But if your role is to be the shaper of those frameworks and to influence others to adopt them, then a good understanding of how your own values, preferences and inclinations will influence your choices becomes vital. You get to find those out if you are curious about yourself and enquire into your motives and drivers. We don't see this as self-indulgent - more a highly responsible role for leaders of today.
It is important for new leaders to present themselves in the best possible light.
One of the core capabilities of transition is the openness to learning. Most of us tend to think of learning as 'knowing more' - we think of quantity, of filling our brains with more facts and information - the kind of learning that went on at school or college. New leaders do need to do lots (and lots!) of this kind of learning, but being good at this is no guarantee of success.
Transitions need also a different kind of learning: about themselves. Leaders need to be able to know what to change about themselves: which of their habitual beliefs, attitudes, behaviours and feelings are not allowing them to present themselves in the best possible light... here in this organisation. What went down well in your last role, may be inappropriate now. What does 'the best possible light' mean here? How can you adapt who you are to the needs of the context?
Using new situations as a way to learn more about myself is critical for leading in a new role.
Few new leaders think about the role they are taking on as one that could have an impact on them: the thinking always goes the other way - how can I impact this new situation I am in? In new roles anxiety and stress are almost always present for the leader: yet they drive us back onto familiar (but not always effective) ways of operating. These ways may not be best for the role, the context or the team.
So effective transitioning leaders find ways to be open about what they need to learn: they also make that need to learn a positive value which sustains their leadership style. In the best leaders this converts into how they work with team members, colleagues and stakeholders. Asking questions, not assuming they have ALL the answers and allowing others to contribute their expertise are signs of a leader who equates ignorance - not with incompetence - but with the skills of enquiry, with curiosity to understand better their new world. Such leaders are rare and valuable role models and through their actions can say more about what they expect from others than the best statements of behaviour.
When you first arrive in a new organisation the best thing is to put your head down and just get on with the job.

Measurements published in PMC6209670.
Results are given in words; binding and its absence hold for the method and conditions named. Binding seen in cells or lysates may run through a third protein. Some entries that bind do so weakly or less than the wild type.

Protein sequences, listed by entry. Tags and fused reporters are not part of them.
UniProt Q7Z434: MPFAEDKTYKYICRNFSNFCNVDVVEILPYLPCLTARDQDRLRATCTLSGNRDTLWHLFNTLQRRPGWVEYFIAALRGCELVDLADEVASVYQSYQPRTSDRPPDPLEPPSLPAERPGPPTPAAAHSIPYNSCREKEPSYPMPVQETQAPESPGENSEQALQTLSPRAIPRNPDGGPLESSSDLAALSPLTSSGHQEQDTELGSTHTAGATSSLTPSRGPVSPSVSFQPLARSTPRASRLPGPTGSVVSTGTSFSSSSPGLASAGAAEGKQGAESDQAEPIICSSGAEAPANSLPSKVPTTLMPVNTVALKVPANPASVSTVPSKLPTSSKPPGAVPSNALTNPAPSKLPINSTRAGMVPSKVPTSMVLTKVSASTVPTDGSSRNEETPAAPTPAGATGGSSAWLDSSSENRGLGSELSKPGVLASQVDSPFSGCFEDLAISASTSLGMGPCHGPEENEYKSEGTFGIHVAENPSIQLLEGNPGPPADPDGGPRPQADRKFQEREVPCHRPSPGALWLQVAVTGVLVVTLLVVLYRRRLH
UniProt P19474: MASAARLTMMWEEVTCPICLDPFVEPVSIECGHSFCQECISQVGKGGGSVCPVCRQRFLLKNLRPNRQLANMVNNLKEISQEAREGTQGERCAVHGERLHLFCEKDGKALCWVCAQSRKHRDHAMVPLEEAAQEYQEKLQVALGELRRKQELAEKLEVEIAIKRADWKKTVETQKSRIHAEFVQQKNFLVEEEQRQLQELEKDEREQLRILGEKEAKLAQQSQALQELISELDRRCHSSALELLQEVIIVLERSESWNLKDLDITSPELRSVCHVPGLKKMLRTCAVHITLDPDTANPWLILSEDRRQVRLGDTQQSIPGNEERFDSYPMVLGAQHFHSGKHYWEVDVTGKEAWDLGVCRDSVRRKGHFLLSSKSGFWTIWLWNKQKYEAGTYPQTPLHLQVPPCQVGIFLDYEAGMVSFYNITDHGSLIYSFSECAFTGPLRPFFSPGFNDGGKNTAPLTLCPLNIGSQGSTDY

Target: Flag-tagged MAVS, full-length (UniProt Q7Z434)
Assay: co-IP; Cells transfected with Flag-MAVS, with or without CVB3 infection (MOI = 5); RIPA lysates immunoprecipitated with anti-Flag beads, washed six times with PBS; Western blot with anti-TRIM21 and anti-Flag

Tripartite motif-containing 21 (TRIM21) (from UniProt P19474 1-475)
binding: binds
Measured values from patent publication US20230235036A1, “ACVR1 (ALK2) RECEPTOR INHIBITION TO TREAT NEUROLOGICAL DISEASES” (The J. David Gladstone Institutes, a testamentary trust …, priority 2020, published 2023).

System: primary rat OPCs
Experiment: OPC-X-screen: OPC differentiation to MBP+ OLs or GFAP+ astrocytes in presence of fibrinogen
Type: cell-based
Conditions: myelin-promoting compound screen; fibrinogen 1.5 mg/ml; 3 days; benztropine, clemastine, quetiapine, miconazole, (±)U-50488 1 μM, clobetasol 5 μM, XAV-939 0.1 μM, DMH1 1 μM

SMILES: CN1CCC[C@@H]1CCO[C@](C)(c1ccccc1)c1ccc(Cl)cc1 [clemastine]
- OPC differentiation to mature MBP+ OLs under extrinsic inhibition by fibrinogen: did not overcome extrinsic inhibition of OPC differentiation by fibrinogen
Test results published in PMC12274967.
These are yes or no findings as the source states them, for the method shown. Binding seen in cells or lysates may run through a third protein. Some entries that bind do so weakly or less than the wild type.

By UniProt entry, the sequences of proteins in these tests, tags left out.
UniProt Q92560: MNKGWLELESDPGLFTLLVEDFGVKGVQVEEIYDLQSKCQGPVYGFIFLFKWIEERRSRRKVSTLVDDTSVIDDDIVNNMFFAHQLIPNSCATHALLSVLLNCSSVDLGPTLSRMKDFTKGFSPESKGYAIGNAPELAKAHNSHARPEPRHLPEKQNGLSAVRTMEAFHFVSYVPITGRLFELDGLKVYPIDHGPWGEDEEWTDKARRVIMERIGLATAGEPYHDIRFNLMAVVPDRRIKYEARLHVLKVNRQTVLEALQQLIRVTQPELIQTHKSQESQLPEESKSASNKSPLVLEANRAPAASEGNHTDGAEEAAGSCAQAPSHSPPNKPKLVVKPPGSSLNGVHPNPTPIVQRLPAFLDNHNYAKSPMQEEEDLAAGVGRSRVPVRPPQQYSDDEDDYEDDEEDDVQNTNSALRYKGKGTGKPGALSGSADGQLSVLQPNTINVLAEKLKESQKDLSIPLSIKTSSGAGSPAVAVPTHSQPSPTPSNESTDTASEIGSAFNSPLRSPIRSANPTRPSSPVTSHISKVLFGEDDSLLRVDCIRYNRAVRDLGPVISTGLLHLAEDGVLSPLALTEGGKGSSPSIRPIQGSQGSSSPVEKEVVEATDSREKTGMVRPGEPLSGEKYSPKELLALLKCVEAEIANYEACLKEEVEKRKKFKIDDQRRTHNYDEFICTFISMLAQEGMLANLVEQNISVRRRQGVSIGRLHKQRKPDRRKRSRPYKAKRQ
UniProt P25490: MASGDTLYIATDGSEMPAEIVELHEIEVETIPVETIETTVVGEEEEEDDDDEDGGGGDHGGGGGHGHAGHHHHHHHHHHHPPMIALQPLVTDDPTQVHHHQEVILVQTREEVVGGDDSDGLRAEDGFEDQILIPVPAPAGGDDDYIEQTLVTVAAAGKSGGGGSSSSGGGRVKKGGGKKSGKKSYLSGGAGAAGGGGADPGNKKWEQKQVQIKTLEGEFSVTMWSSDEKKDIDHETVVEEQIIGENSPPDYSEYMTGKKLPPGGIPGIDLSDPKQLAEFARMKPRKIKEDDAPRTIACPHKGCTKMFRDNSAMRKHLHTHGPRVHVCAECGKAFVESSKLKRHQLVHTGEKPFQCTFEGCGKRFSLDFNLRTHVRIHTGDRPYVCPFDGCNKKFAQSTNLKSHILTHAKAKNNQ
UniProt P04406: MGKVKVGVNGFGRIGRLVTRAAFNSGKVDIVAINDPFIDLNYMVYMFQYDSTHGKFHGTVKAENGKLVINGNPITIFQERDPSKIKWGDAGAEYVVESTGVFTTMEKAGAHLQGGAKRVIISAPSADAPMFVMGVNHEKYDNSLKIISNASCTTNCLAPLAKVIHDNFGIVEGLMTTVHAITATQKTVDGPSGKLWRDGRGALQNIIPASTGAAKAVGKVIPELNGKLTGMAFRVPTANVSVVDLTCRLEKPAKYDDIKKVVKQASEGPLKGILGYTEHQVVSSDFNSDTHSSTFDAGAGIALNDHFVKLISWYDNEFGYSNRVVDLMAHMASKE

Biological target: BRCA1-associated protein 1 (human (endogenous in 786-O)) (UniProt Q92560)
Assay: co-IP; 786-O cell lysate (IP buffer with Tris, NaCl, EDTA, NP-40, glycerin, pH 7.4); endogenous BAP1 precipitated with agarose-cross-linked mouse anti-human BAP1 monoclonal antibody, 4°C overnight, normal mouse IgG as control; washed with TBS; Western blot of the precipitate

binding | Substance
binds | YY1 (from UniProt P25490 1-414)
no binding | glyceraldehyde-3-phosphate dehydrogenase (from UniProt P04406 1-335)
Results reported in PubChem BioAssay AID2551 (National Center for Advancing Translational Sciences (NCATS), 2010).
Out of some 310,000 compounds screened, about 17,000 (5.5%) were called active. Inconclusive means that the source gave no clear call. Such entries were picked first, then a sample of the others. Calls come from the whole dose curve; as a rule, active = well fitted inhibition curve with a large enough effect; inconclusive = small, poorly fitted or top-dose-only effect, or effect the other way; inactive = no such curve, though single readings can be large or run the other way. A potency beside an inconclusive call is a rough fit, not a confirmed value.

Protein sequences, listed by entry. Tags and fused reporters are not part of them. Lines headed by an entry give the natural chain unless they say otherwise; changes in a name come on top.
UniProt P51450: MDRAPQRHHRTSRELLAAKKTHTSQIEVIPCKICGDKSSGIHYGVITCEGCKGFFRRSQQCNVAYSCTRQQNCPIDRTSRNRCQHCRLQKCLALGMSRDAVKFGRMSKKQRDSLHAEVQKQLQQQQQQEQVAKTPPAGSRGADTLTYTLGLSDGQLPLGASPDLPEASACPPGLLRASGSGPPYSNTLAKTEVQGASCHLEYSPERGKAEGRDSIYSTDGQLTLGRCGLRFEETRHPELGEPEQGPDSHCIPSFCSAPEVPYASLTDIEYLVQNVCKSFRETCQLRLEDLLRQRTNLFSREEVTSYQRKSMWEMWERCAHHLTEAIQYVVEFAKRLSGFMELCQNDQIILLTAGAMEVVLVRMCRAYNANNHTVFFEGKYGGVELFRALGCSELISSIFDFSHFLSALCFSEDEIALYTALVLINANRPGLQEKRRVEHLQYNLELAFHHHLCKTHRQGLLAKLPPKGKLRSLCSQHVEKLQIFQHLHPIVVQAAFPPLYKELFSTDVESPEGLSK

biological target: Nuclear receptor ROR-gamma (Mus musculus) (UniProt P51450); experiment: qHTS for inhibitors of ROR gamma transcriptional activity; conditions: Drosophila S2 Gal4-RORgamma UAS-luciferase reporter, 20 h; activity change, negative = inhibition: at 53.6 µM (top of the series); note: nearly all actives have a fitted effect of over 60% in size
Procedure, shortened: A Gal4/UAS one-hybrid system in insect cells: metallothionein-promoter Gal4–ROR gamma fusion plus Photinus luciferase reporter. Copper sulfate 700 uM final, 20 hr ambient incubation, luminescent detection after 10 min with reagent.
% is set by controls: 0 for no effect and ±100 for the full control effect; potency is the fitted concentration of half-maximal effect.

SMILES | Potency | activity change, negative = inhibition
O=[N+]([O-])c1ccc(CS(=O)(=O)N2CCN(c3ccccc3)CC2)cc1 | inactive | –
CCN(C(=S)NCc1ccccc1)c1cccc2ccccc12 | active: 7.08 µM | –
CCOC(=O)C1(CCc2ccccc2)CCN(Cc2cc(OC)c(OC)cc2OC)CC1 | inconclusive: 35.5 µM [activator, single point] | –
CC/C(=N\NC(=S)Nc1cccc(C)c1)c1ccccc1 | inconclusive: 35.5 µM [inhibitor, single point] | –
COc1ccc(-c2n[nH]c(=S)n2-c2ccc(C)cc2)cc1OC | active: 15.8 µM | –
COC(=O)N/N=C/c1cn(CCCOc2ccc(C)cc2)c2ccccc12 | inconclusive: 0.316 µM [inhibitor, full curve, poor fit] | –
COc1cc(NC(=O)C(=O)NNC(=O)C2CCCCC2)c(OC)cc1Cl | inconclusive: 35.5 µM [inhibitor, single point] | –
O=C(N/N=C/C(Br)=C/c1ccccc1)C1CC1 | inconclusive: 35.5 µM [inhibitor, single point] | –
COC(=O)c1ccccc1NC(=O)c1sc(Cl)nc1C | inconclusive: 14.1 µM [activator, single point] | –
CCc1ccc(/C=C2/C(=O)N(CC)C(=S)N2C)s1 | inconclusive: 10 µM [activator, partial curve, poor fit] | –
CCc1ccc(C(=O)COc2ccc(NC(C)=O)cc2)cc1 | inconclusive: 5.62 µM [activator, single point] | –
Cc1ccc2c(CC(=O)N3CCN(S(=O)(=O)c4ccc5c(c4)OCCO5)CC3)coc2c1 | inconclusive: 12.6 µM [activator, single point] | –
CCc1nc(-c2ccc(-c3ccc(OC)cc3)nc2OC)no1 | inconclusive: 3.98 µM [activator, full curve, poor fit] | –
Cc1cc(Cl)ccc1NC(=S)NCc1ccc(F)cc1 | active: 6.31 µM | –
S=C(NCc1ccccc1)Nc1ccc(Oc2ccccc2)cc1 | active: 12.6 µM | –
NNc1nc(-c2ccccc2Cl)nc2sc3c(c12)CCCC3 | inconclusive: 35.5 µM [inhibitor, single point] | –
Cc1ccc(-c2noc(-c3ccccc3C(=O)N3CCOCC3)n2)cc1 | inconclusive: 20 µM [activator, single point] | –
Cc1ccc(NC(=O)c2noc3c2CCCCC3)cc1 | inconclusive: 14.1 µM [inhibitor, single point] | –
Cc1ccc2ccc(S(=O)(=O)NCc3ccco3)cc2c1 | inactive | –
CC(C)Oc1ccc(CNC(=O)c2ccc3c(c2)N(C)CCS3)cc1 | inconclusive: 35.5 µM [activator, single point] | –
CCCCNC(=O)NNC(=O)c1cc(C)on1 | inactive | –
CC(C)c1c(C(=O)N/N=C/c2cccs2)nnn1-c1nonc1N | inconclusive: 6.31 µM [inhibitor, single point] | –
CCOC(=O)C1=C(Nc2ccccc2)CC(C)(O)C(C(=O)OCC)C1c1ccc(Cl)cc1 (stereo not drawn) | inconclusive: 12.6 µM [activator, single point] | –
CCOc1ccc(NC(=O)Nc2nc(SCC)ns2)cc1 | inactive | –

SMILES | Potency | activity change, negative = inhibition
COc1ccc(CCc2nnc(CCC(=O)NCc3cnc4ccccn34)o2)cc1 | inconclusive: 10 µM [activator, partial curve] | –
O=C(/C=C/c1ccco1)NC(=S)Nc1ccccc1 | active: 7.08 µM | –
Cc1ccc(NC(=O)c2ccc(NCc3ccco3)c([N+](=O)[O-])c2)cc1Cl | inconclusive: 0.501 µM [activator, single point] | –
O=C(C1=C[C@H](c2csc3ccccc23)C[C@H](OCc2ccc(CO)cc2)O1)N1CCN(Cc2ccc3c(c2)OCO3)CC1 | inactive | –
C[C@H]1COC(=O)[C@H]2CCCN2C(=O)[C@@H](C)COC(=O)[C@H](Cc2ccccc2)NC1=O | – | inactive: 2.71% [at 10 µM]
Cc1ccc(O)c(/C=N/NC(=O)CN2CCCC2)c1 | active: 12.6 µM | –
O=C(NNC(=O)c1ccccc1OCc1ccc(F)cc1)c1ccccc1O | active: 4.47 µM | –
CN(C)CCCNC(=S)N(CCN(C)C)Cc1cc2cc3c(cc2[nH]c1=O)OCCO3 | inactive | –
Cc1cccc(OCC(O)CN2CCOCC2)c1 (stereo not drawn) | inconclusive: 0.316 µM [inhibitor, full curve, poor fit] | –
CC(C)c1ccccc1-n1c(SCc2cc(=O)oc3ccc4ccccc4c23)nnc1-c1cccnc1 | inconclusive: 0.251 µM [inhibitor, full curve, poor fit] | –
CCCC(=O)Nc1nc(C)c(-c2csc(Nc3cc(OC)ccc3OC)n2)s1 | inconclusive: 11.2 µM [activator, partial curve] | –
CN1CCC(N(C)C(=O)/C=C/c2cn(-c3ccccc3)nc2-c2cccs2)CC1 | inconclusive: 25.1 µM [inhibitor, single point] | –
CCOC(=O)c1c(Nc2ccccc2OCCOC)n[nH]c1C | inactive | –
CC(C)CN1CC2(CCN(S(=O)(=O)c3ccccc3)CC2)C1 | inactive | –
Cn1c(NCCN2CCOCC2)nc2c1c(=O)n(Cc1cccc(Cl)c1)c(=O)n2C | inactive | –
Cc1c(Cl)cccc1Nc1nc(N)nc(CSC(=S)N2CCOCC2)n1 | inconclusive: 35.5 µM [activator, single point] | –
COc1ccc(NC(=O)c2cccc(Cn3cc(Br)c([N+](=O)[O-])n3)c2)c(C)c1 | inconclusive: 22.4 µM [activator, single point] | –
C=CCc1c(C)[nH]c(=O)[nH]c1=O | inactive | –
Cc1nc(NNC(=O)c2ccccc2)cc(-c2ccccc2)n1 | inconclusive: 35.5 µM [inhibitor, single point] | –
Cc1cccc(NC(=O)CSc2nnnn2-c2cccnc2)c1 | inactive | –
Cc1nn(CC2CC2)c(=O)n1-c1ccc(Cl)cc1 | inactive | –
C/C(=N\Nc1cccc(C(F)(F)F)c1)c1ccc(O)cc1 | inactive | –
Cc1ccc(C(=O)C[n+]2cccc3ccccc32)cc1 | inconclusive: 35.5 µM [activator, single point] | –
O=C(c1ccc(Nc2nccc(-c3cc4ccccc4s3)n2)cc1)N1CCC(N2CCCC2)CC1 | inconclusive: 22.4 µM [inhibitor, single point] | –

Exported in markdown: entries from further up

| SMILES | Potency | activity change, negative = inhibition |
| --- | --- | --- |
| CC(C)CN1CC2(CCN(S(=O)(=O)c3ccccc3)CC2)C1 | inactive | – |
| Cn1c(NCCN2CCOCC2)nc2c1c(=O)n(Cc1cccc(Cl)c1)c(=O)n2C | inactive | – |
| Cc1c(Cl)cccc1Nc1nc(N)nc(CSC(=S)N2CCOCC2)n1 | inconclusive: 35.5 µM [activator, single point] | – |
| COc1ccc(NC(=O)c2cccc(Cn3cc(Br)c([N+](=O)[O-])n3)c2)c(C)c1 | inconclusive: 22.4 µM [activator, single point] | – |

No question that there is plenty to get on with - in fact probably more than you ever believe you will be able to deal with... and where do you begin? So it is tempting to take comfort from cracking through the 'to do' list and getting your satisfaction from ticking off the jobs. Recognise this for what it is though: a way of feeling comfortable and confident that you are 'doing' something, even if you are not sure that your activity is really achieving much. Our ability to delude ourselves can be very creative!
Another alternative - and a less comfortable one - is to see the uncertainty as valuable data. It is telling you much about how action drives you, what types of action you feel most at home with and how you handle uncertainty. It may surface that you have lost the critical ability to reflect and think well - on your own or with others - since activity tends to reduce reflection. Ask yourself these questions: what does being busy all the time mean I don't need to deal with? What would be the 3 strategic questions I could address in this new role that would equip me best to know what to do?
Now see how your activity might change...
People would say I am quite a risk taker in how I behave.
In our research with transitioning leaders and their teams we discovered that one of the key capabilities was the confidence to hold uncertainty. This capability is one of the least visible to others - rarely spoken about - so how does it show itself and why is it useful to develop?
In a new role, uncertainty involves taking risks in how you show up, how different you want to be from others, how will you stand out and how your own leadership will match with the organisation you are entering. There are few 'right' answers to how you go about any of these. But being able to read well the responses you get from others and using these to work out the areas where you can increase your risk taking and where you may need to pull back, will be vital. Risk taking doesn't mean uninhibited actions taken with no thought!
Recognise too how risk taking is valued and interpreted in your organisation. Become aware of your own risk taking profile: what are the areas where you value risk taking? How do you differentiate between risk taking and wise caution? What messages do you send about risk taking?